Archive for May, 2011:
Scout, the first Lensbaby lens that does not bend, features the Fisheye Optic, which delivers an ultra-wide 12mm focal length capable of capturing a 160 degree angle of view from infinity all the way down to 1/2 inch from the front of the lens. The Fisheye Optic can also create unique flare effects in an image.
“The Scout is for adventurous photographers wanting an easy to use fisheye lens combined with the creative freedom of the Lensbaby Optic Swap System,” said Craig Strong, Lensbaby president and co-founder. “We chose to combine the straight-shooting, non-bending Scout with our 12mm Fisheye Optic so that Lensbaby users could have a simple, affordable, and fun way to play with the Fisheye’s creative flare and eye-opening close focus.”
Due to the extremely wide angle of view of the Fisheye Optic, full frame shooters will generally see a black circle around almost the entire image, and APS-sized sensor shooters will see black at the corners of their images. With Scout, the Fisheye image is always ideally situated in the center of the frame.
In standard digital SLR terms, the SD1 is a 15.3-megapixel camera. Still, the Foveon sensor does set the SD1 apart and Sigma is using that to go after photographers who value image quality above all else.
For those who don’t already know about the Foveon sensor, here’s a little background. Most digital cameras use what’s called a “Bayer sensor array,” which uses side-by-side red, green and blue elements to create each pixel. The Foveon sensor, on the other hand, uses transparent red, green and blue layers. Sigma and Foveon claim that their three-layer sensor design delivers images with less noise and no moiré patterns. Images made with a Foveon sensor are arguably cleaner, with smoother color blends and less noise than their Bayer sensor counterparts. However, the SD1 is not a 46-megapixel camera. Ultimately, you end up with the same number of pixels with the Sigma as you would with a comparable digital SLR – you just arrive there via a different strategy. The Foveon sensor does it with layers and everyone else does it with three, adjacent color-imaging sites.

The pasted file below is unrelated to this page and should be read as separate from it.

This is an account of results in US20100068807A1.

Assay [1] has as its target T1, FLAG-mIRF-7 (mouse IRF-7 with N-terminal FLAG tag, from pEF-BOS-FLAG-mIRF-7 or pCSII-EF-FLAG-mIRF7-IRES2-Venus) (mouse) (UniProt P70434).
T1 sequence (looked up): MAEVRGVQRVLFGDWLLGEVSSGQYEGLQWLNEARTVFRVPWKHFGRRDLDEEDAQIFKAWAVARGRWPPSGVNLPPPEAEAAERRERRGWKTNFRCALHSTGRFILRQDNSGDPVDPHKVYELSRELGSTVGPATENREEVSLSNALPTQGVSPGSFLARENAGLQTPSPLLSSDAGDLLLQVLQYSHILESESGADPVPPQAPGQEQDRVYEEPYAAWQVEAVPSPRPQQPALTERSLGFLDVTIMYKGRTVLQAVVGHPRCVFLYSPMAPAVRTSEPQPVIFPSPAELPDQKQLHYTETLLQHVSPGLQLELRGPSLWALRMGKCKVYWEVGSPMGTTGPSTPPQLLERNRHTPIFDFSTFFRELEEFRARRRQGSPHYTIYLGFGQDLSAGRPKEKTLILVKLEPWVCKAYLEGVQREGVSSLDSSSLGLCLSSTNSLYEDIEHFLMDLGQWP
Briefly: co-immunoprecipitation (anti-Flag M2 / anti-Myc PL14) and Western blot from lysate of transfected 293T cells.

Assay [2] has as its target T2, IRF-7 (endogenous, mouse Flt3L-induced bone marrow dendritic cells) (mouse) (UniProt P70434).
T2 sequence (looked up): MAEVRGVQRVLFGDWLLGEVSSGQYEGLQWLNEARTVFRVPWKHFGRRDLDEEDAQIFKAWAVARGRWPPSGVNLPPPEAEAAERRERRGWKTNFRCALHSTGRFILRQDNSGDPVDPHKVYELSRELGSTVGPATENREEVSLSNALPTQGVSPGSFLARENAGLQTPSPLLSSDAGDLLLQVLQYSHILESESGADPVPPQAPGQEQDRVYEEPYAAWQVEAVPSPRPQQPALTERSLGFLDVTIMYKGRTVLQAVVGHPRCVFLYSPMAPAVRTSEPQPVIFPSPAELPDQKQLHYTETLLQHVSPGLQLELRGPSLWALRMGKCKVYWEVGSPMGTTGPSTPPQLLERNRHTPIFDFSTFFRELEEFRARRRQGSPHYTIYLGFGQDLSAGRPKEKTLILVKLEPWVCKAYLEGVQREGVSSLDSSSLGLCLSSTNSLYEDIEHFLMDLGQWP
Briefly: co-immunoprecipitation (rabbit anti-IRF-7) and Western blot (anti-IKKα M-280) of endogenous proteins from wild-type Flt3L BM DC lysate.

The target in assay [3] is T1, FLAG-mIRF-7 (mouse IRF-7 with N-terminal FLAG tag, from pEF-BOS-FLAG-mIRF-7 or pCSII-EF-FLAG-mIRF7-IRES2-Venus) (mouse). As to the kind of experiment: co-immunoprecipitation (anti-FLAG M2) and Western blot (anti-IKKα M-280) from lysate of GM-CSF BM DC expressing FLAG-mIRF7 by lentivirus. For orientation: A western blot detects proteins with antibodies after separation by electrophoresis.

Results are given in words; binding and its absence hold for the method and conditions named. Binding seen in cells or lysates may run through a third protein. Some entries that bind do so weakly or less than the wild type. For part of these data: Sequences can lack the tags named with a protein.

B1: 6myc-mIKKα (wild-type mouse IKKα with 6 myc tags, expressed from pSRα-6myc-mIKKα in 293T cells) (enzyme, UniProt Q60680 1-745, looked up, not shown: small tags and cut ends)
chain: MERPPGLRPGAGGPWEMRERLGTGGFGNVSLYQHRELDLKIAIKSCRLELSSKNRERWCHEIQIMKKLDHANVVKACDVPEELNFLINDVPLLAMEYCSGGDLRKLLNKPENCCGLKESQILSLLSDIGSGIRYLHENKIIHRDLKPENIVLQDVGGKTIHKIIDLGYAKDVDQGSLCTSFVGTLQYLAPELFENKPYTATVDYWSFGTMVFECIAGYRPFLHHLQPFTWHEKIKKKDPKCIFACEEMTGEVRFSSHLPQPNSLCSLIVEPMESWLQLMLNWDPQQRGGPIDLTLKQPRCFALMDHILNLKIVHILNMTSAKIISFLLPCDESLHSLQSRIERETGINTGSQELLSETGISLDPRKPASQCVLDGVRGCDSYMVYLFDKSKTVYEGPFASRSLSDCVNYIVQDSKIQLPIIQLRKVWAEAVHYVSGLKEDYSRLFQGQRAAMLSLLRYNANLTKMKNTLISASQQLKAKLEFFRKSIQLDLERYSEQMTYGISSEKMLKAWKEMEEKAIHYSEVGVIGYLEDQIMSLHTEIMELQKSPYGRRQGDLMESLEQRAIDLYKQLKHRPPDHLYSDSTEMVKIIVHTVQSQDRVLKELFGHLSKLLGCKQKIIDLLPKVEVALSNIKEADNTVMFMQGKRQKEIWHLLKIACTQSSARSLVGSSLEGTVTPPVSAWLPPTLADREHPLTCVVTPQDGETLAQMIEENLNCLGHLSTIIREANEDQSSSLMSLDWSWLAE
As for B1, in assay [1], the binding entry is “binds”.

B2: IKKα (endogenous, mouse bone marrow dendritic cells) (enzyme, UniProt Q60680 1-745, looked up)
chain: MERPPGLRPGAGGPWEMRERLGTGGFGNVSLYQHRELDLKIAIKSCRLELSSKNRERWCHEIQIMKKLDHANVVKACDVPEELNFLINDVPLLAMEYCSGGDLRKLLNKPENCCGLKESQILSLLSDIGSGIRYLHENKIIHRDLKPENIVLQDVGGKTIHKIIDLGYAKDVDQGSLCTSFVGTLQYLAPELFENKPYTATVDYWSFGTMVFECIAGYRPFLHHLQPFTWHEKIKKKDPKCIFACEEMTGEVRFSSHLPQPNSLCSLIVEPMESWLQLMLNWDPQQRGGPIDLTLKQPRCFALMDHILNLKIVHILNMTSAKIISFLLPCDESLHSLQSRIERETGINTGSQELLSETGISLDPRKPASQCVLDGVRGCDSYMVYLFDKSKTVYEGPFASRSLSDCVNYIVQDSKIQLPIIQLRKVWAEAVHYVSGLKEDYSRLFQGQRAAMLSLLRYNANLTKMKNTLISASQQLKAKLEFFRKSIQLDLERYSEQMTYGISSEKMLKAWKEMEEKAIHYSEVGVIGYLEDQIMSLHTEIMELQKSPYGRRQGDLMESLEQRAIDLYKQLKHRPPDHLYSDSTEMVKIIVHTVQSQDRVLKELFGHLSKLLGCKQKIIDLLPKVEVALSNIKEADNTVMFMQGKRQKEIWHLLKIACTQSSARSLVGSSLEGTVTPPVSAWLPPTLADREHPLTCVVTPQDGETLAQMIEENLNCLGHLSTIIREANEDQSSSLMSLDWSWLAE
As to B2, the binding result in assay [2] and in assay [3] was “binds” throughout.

The new SD1 is a big leap over Sigma’s previous digital SLR, the 4.7-megapixel SD15 (they also multiplied the resolution of the SD15 by 3, calling it a 14-megapixel camera). Price aside, the SD1′s larger, higher resolution sensor makes the camera much more competitive with current prosumer digital SLRs. The larger sensor changes the focal length multiplier from 1.7x to the prosumer standard of 1.5x and also offers better depth-of-field control. The SD1 is also faster (5 frames-per-second vs. 3 frames-per-second for the SD15) and it has a much better auto focus system.
The SIGMA SD1 is Sigma’s flagship digital SLR model, adopting a lightweight yet solid magnesium alloy for its body and O-ring sealing connections to make Sigma’s splash proof design throughout for use in harsh conditions.
The SIGMA SD1 incorporates a 23.5×15.7mm APS-C X3 direct image sensor and dual “TRUE (Three-layer Responsive Ultimate Engine) II” image processing engines. The combination of the 46 megapixel (4,800×3,200×3 layers) sensor and dual TRUE II processing engines ensure the high resolution images are processed quickly with high definition and a smooth and subtle graduation of colour.”